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 Things to Consider
 Signing the Lease
 Rent vs. Buy
 Things to Consider
 Cost of Ownership
 The Buying Process
 Real Estate Agents
 Mortgage Loans
 Types of Loans
 Before You Sign
 The Contract
 On The Move
 Decision Factors
 Young Cities

Signing - Agreements between you and your potential landlord can take several shapes. A simple verbal agreement can be used to signify a contract; however, you are heavily exposed to the integrity and honesty of the landlord.  More commonly, you will sign a written lease that details the obligations of the landlord and yourself. A lease is a legal document that will stand up in court; therefore, make sure you know exactly what you are signing. A typically lease should contain the following:

  • The names and dated signatures of all parties involved

  • The start and end dates of the lease

  • The amount and timing of rent payments, including late fees

  • Both parties duties and obligations

  • Inserted clause stating broken lease charges

  • The amount and conditions surrounding the return of  the security deposit

  • The tenant's right to sublet (renting the dwelling to someone else while still under the lease)

The following are illegal elements of a lease (verify against local statutes for validity):

  • Letting the landlord hold your personal property in absent of rent payments.

  • Obligating you to be at fault  in any dispute arising between yourself and the landlord.

  • Holding back a security deposit when there has been no damage done to the premises.

  • Retaliation by the landlord due to complaints/lawsuits including: shutting off water, lights, air, other utilities, or locking you out of the premises. 


Other Things To Consider

Breaking Lease- Breaking a lease will usually result in extra out of pocket expenses. If you voluntary break the lease, you may be responsible for the balance of the lease due or any penalties indicated in the leasing agreement. Even if you receive a job in another town, you may still be penalized for lease infringement; however, talk to your landlord and they may dismiss the remainder of the rental payments if they feel it was done for a valid reason. Also if you know you are going to have to break the lease, try subletting to someone who is  willing to stay through the terms of the lease( caution you may be held responsible for the actions of the sublessor).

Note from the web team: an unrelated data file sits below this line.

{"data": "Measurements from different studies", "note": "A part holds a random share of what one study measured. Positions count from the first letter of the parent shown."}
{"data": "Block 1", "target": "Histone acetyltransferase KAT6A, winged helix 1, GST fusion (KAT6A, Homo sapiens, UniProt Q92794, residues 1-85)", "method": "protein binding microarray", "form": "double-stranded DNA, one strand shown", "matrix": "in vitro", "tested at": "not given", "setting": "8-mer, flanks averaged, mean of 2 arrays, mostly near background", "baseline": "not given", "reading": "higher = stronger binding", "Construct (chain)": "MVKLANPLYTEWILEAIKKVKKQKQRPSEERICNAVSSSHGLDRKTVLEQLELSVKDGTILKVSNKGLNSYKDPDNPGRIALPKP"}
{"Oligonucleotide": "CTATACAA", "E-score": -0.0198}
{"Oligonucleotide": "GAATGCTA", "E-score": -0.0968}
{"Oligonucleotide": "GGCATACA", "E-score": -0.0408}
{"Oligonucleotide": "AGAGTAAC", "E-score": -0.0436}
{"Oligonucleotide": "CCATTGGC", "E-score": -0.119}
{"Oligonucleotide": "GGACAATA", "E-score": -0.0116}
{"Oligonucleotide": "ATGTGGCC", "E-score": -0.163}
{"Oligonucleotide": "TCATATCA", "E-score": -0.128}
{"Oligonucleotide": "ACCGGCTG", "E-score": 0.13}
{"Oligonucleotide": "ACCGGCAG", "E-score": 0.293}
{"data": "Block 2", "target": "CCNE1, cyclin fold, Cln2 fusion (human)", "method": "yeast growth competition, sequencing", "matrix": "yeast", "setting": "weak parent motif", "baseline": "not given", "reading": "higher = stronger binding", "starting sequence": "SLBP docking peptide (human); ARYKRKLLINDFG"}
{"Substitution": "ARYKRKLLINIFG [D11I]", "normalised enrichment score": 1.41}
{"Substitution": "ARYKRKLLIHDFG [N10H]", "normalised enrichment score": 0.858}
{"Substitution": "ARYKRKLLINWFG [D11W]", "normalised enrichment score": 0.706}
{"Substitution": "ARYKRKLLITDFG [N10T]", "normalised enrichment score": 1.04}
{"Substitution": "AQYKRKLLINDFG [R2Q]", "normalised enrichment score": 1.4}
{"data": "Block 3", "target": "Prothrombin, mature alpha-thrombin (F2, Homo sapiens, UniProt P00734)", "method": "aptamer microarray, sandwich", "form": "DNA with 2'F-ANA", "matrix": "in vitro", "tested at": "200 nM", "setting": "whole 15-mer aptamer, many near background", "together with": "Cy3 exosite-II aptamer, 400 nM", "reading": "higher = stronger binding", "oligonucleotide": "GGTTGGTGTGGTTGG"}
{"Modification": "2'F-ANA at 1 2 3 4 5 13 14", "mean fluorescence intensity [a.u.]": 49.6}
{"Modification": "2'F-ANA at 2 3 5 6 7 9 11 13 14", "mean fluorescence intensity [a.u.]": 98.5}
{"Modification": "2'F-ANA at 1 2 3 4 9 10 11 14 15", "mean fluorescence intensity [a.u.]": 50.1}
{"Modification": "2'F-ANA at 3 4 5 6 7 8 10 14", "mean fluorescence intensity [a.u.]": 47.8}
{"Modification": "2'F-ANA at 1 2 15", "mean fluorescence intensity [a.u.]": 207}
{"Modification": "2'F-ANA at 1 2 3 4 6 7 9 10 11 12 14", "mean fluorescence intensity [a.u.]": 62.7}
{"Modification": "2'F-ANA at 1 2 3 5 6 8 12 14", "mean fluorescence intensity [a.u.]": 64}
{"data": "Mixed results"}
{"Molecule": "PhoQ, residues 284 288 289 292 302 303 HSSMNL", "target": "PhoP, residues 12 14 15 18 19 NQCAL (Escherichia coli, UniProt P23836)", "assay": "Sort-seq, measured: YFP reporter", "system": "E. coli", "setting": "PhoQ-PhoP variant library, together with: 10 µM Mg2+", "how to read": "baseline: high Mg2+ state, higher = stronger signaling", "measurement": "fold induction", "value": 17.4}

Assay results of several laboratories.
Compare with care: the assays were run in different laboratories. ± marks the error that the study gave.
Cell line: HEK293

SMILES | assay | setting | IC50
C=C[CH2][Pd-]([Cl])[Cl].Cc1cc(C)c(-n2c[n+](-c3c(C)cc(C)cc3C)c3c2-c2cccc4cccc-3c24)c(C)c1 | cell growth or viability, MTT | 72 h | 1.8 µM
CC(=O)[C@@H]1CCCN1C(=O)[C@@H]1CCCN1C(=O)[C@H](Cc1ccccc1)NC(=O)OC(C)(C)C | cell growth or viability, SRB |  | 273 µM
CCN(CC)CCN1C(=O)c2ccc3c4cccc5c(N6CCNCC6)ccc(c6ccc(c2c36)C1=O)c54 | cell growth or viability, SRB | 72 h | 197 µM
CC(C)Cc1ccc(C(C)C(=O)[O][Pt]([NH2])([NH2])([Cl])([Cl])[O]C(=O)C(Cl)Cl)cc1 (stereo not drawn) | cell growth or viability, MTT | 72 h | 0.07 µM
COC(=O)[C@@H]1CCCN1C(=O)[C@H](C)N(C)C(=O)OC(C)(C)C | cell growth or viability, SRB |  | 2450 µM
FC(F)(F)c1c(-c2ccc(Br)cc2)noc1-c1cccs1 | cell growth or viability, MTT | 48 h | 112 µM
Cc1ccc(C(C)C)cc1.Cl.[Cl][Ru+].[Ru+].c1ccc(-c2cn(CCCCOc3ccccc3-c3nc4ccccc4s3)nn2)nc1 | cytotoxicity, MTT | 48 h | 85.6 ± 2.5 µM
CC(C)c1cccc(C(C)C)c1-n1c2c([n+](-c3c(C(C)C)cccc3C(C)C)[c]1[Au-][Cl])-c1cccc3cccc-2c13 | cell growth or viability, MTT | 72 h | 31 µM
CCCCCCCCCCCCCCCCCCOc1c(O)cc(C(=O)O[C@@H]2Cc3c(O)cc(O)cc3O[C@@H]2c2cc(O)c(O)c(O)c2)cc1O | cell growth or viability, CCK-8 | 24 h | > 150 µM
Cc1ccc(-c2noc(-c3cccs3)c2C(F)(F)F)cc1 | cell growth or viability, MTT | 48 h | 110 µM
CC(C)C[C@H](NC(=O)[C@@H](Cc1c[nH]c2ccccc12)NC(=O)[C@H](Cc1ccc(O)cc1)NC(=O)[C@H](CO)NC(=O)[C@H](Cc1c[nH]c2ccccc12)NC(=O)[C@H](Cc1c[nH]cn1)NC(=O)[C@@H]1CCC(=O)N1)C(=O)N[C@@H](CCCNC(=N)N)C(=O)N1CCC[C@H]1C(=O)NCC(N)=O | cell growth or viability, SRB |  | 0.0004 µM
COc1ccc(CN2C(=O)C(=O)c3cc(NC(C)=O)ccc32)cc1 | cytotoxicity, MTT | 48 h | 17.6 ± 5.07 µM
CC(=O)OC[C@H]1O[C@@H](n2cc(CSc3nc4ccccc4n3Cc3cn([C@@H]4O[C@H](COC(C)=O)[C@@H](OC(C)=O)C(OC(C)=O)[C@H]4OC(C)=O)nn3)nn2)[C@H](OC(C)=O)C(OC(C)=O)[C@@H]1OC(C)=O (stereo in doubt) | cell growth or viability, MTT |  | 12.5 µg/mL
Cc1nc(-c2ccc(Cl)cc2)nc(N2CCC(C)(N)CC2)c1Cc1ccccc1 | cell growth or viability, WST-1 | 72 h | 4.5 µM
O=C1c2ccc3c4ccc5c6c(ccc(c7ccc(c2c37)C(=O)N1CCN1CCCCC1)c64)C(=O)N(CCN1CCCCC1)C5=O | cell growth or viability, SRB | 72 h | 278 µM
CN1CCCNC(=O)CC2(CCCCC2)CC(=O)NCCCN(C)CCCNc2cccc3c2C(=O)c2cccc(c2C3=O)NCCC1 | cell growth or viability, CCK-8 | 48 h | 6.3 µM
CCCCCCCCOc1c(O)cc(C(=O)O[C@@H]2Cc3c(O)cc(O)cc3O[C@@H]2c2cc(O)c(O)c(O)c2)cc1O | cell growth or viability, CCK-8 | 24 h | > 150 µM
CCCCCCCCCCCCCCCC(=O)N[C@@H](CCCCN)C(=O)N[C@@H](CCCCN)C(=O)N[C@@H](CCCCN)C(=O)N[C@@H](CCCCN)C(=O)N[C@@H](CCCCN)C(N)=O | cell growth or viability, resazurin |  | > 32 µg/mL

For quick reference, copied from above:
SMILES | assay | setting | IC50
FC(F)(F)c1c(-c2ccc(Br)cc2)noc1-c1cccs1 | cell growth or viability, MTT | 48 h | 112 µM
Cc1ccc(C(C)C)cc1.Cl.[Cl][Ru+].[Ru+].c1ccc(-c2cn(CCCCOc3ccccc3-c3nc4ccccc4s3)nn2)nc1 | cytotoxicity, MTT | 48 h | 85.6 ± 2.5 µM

Eviction- Eviction is a legal process, which end result is the landlord forcing the tenant to vacate the premises. The first step of an eviction is a written 'notice to quit'. Although not forcing you to move, this notice serves as a warning for eviction if the situation in question is not corrected (we suggest seeking legal advise). Next, the landlord can summons you to court, where a judge will hear the case. In order to be evicted, you must be in violation of the lease agreement. You cannot be evicted because of your race, religion, or sexual preference. Importantly, you cannot be legally forced from your apartment without going through the courts.

Roommates- Beware, some of the bitterest enemies started out the closest of friends. When deciding to roommate with another person, keep in mind you may be adversely affected or legally responsible for their damages or unpaid rent under the leasing agreement. It is important to ask the landlord about your responsibility for your roommate's unmet obligations before signing any leasing agreement.

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